Both Mainers and tourists love to see – and sometimes even interact – with wildlife. I’ve probably had more encounters with wildlife than many folks, given the time I spend outdoors in the wood, and on the waters of our state. Here is the second in a series relating some of my more memorable encounters.
It’s always exciting to see a bear – but most of the time, you see the hind end as the bear runs away. Unless of course the bear is a sow with cubs. Then they can be very dangerous. Time for you to back away!
I found a bear’s den one winter, up in the Kennebec Highlands, and bears have been seen occasionally in my town of Mount Vernon, but I’ve only seen one here in 40 years. But I’ve seen many bears in western and northern Maine.
One year I was driving out of the woods after fishing a stream north of Rangeley when two cubs ran across the road and up into a tree followed closely by their Mom, who stopped behind a downed tree. We couldn’t see her but she was tearing up the area and roaring, and my friend was in a panic, because I’d stopped the vehicle to take photos of the cubs.
I could do that without getting out of the vehicle, but my friend was still going nuts, eager to get out of there. I will admit, the sow sounded ferocious! But we escaped, with a few nice photos and a memorable encounter.
Up to our camp on Sourdnahunk Lake, adjacent to Baxter Park, we often see bears. One of our most memorable encounters was when our kids were small. We were all returning to camp after a walk, coming up the driveway to our camp, when we saw a bear sauntering toward us, also in the driveway. The bear stopped, looked at us, and turned left into the woods. Pretty soon we heard it moving through the woods to our right, and – Surprise! – it popped out into the driveway about 50 yards beyond us, continuing on its way with just a slight detour around us.
Another time, I was walking Baxter Park’s perimeter road near our camp, when I saw a bear coming up through the woods, headed right toward me. I backed up and picked up a rock, just in case. If the bear continued on its route, it would pop out into the road about 30 yards in front of me. But just before it got to the road, it turned my way and started walking just off the road, coming right at me. I figured that was enough of that, and hollered. The bear stopped quickly, looked up, turned, and bounded away. I can still see it whirling around and sprinting off.
Our absolutely most memorable experience also happened at camp. Another camp owner raced up the hill to our camp to alert us to a bear that was swimming across the lake, headed toward our camp. We grabbed a camera and ran down to the shore. The bear was only a couple hundred feet out in the lake by that time, and we were very surprised to see a cub on the sow’s back, and a second cub swimming behind her. She may have seen us because she turned slightly and came ashore on the other side of a stream that enters the lake at our camp. She stopped on the shore to shake off some water, and we got great photos of both the sow and her cubs, before they moved off into the alders.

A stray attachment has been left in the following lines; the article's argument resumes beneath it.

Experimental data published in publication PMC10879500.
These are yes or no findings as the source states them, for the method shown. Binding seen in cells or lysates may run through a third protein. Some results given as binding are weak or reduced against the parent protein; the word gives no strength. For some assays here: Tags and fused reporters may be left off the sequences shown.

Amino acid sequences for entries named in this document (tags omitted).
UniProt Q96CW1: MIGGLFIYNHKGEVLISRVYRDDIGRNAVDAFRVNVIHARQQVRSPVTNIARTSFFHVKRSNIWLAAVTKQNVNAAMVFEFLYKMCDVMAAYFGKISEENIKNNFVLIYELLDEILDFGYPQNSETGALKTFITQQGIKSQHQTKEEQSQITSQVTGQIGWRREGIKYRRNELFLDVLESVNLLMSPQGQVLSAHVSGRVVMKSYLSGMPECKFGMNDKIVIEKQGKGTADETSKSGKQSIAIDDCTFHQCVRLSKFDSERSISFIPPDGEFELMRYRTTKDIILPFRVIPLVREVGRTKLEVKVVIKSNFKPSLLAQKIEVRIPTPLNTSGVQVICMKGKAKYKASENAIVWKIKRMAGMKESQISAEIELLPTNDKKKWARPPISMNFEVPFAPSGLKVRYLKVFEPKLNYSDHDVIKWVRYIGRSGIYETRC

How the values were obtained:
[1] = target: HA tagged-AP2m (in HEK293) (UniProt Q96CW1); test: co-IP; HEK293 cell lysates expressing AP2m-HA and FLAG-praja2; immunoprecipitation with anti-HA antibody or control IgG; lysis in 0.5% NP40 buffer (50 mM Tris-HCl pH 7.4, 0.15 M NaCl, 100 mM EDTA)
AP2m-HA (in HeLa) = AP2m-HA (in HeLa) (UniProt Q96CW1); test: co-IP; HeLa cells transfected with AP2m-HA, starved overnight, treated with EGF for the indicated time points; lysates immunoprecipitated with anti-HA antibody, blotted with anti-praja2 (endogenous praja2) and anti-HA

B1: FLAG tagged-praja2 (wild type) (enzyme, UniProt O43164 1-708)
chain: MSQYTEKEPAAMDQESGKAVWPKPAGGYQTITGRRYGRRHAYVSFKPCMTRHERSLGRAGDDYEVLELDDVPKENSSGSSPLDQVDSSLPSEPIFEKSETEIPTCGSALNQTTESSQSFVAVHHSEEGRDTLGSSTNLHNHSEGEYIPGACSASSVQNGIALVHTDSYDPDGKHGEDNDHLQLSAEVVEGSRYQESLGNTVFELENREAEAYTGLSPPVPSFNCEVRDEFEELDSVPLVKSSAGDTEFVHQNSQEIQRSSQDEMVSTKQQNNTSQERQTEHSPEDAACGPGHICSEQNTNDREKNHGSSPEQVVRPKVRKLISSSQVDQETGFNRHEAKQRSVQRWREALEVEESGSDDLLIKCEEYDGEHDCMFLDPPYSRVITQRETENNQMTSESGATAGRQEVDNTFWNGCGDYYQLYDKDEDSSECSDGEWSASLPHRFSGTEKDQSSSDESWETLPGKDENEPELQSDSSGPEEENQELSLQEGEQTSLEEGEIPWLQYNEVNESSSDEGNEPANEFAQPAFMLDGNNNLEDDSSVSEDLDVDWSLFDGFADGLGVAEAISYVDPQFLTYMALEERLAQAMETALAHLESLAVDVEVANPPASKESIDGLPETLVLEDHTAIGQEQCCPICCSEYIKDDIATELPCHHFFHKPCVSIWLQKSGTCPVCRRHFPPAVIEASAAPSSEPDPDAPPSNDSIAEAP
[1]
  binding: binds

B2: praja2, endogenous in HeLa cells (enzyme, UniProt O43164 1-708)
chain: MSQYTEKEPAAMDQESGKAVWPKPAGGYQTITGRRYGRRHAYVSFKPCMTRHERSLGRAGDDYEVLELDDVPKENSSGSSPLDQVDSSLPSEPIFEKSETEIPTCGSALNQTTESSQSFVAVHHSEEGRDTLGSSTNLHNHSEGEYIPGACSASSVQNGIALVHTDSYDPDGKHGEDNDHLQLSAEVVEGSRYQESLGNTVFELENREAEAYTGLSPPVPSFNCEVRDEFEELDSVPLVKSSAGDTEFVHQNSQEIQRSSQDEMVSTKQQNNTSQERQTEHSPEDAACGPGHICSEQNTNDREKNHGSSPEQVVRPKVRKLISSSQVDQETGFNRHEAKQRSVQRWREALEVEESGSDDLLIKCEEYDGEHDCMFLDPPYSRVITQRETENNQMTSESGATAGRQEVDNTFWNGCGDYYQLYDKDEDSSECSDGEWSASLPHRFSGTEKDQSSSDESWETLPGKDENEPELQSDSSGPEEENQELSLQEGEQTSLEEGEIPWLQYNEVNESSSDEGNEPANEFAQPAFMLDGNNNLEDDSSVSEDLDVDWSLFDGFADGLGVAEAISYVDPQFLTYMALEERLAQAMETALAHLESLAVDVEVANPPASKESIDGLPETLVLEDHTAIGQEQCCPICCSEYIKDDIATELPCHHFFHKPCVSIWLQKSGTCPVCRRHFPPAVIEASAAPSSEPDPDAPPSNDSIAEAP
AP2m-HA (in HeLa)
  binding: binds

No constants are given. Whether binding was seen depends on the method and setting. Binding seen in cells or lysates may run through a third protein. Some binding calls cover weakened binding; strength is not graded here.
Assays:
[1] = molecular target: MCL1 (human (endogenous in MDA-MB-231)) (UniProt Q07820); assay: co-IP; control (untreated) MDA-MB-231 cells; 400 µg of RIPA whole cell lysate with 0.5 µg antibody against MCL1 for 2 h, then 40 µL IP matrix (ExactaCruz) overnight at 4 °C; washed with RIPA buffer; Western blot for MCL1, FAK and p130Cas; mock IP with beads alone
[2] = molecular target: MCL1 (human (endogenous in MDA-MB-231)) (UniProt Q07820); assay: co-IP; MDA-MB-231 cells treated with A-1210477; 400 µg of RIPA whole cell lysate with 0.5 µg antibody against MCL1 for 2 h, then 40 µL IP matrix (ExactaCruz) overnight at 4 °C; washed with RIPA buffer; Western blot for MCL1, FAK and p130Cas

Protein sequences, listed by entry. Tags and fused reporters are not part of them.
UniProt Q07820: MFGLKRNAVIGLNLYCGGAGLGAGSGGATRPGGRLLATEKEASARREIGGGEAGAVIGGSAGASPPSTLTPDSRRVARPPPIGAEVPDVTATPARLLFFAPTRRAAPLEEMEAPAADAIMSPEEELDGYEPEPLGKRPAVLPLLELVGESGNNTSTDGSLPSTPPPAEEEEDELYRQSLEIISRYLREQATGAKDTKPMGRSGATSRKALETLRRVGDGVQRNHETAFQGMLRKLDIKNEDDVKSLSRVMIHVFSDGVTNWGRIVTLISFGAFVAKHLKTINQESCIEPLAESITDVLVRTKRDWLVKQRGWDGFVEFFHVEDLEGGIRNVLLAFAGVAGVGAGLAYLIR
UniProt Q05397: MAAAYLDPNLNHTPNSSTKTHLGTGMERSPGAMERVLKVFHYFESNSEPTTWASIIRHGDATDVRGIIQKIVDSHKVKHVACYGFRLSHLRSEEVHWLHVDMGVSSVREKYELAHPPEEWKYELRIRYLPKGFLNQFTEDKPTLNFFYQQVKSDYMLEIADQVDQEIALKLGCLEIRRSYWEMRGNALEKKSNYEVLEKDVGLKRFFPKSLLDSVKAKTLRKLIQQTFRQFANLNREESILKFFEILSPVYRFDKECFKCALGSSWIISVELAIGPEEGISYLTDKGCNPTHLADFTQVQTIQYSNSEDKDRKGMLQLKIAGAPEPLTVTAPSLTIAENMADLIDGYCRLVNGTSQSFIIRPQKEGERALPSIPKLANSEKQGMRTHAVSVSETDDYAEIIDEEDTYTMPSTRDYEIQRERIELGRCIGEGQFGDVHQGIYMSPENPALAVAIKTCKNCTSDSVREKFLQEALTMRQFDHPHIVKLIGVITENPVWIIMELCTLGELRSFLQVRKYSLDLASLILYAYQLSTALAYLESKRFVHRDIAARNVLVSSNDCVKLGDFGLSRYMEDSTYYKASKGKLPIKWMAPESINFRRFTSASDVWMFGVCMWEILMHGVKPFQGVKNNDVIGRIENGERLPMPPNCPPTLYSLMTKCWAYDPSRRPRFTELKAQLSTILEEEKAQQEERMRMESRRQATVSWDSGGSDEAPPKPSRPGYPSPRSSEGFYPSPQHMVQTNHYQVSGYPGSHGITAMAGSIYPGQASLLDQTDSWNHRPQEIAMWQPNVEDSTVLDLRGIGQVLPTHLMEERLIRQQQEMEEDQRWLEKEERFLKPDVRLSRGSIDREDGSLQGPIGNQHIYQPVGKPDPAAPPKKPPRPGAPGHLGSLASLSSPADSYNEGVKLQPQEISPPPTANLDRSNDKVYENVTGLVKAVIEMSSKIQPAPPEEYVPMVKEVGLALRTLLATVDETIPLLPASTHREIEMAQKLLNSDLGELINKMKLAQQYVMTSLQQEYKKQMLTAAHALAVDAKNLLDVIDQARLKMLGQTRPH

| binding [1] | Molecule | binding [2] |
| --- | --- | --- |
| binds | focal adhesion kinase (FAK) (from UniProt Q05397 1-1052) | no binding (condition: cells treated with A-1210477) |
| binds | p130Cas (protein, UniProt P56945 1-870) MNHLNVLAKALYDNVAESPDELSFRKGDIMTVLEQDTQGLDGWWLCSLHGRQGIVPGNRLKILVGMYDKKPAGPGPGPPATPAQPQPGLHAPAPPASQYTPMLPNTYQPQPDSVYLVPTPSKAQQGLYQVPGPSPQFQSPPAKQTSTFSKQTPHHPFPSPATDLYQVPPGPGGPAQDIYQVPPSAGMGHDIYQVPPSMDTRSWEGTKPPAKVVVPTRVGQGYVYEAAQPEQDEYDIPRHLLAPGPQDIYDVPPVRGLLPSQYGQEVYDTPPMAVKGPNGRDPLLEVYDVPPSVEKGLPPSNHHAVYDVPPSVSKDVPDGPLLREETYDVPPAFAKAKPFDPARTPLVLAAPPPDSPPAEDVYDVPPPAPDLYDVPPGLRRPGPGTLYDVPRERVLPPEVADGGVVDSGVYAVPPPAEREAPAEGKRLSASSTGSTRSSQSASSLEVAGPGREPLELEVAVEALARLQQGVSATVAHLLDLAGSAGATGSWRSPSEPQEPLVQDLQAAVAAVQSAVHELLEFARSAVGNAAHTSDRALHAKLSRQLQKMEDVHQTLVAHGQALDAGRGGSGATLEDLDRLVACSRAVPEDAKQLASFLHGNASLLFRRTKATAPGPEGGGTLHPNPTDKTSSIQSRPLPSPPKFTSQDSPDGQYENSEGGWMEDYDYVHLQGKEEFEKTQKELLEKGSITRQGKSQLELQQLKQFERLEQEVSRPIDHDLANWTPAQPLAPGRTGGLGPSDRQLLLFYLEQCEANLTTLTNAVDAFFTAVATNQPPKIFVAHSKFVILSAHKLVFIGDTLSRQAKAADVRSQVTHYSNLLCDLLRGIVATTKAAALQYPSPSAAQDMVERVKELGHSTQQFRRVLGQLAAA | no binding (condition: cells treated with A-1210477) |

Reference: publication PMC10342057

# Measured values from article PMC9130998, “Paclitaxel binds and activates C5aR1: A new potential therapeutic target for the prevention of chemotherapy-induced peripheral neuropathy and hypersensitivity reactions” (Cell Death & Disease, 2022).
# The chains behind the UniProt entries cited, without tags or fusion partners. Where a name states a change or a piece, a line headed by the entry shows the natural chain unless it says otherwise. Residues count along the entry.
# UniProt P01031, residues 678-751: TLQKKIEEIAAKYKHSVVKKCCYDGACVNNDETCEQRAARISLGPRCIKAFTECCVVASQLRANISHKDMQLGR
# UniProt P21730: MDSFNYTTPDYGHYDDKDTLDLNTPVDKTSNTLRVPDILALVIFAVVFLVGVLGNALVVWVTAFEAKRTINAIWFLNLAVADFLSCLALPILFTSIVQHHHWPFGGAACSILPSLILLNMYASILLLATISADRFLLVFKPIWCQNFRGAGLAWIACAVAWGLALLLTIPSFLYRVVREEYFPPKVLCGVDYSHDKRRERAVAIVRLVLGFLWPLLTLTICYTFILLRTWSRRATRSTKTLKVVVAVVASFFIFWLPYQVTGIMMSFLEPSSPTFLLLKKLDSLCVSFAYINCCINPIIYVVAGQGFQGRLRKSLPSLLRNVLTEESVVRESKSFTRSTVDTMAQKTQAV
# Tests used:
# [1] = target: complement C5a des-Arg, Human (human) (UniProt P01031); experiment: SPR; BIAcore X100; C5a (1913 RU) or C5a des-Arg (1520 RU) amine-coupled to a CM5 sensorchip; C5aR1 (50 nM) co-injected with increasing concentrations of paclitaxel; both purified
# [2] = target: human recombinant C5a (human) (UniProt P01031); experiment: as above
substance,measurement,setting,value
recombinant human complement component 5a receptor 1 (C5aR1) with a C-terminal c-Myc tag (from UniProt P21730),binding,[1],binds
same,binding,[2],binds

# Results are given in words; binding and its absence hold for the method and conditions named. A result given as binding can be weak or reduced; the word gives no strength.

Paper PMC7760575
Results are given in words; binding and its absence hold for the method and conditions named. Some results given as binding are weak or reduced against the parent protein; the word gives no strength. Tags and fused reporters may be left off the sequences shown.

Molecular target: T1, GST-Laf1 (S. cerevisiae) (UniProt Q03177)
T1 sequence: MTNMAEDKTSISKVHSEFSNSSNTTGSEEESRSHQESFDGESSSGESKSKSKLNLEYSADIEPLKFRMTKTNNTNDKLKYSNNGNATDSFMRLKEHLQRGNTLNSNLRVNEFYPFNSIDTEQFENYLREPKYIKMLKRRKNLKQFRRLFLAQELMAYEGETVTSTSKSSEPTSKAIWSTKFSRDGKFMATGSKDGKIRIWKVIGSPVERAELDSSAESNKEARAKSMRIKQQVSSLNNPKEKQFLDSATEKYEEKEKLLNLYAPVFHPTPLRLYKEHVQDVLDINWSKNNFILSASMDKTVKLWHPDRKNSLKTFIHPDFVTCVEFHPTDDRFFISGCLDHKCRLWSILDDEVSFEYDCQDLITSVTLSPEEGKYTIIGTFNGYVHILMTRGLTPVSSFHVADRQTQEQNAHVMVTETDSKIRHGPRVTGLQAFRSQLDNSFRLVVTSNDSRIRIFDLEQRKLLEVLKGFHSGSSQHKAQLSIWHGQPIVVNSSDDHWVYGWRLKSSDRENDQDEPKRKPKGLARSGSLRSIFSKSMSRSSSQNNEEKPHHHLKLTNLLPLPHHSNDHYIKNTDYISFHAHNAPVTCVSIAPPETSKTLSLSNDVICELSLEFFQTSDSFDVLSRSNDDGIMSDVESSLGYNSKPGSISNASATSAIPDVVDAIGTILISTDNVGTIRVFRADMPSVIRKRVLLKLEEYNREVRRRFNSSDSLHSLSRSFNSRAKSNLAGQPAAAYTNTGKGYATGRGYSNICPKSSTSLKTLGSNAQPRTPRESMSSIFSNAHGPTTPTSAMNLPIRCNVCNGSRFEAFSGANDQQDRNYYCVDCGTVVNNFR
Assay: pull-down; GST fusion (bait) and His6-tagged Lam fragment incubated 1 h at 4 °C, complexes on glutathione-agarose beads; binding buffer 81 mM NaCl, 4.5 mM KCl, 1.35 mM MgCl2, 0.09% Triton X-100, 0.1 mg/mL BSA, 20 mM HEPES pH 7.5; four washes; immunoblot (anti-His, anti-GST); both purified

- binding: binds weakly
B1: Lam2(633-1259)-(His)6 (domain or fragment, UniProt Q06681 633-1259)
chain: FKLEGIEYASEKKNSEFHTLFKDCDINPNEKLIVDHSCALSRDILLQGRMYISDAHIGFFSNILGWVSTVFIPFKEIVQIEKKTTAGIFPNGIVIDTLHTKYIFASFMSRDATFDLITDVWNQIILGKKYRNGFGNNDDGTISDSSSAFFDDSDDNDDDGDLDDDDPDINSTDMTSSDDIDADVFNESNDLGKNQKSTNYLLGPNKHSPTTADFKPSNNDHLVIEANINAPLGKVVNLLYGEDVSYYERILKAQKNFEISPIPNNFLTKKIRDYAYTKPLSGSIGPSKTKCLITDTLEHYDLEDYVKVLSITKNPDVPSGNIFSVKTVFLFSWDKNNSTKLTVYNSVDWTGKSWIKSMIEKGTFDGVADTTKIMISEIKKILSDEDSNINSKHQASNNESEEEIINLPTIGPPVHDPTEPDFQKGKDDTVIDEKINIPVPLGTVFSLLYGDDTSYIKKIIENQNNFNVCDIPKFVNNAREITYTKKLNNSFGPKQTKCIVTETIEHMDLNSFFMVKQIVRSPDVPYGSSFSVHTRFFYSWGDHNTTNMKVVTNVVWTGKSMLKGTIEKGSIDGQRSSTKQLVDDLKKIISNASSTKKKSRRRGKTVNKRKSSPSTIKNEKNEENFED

Beaver can be destructive but fun. We have four beaver houses on Hopkins Stream that passes by our house. We had two relatively new apple trees on our front lawn one year, and when I went out to get the morning newspaper, I did a double-take. One tree was completely gone – a tasty treat for the family of beaver living on the stream. That year I put metal pieces around the trees I wanted to save, and that did the trick.
Beaver love apples, but they’re not smart. After they eat the apples, they also eat the tree! If you look carefully, every fall you’ll see a beaten down path from the stream across our side lawn to the apple trees, where the beavers chow down. One evening I pulled into the driveway and my vehicle’s lights lit up a huge beaver in the driveway with a big red apple in his mouth. Wish I’d gotten a photo of that!
Beaver are not great at sharing their space either. Quite often, fishing a favorite stream up near camp, a beaver will come out of its house to slap the water with its tale, a warning to me to get out of their water. One time I was standing in the water where a small beaver dam had created a nice pond full of trout, when a beaver came out of its house, slamming its tail on the water. When I didn’t immediately retreat, it dived and headed for me. I could see it coming. Not sure of what it planned to do to me, I quickly retreated up stream.
A few years ago beaver moved into the bog on my woodlot and built a dam on a tiny brook, completely flooding the bog and making it hard for me to get through it and to hunt there. I asked a friend to trap beaver there that winter, and he caught several small beaver, but no large ones. The flooded water now covers a huge area, so I asked my trapper friend to return this winter. He scouted around and reported that he’d seen no sign that beaver were still there, and recommended that I breach the dam and drain the water. I’m going to do that soon.
In the winter, I like to snowshoe up to a beaver house and listen to them talking inside. You can actually hear them by listening at the air hole in their house.
Bobcats are shy elusive animals, so you don’t often see them. But they are plentiful throughout the state. I’ve only seen them a couple of times on my woodlot, but notice their tracks almost every time I snowshoe there.
One winter in our back yard, at the bottom of a large apple tree, I found the feathers of a turkey along with bobcat tracks. From the snow, I could tell that quite a ruckus had happened there. Turns out the bobcat had sat in the crotch of the tree, and when the turkey had walked by, the cat jumped on it and killed it, dragging it about 20 yards back into the woods and eating most of it.
Next Monday I’ll tell you some stories about porcupines, snapping turtles, woodchucks, and more.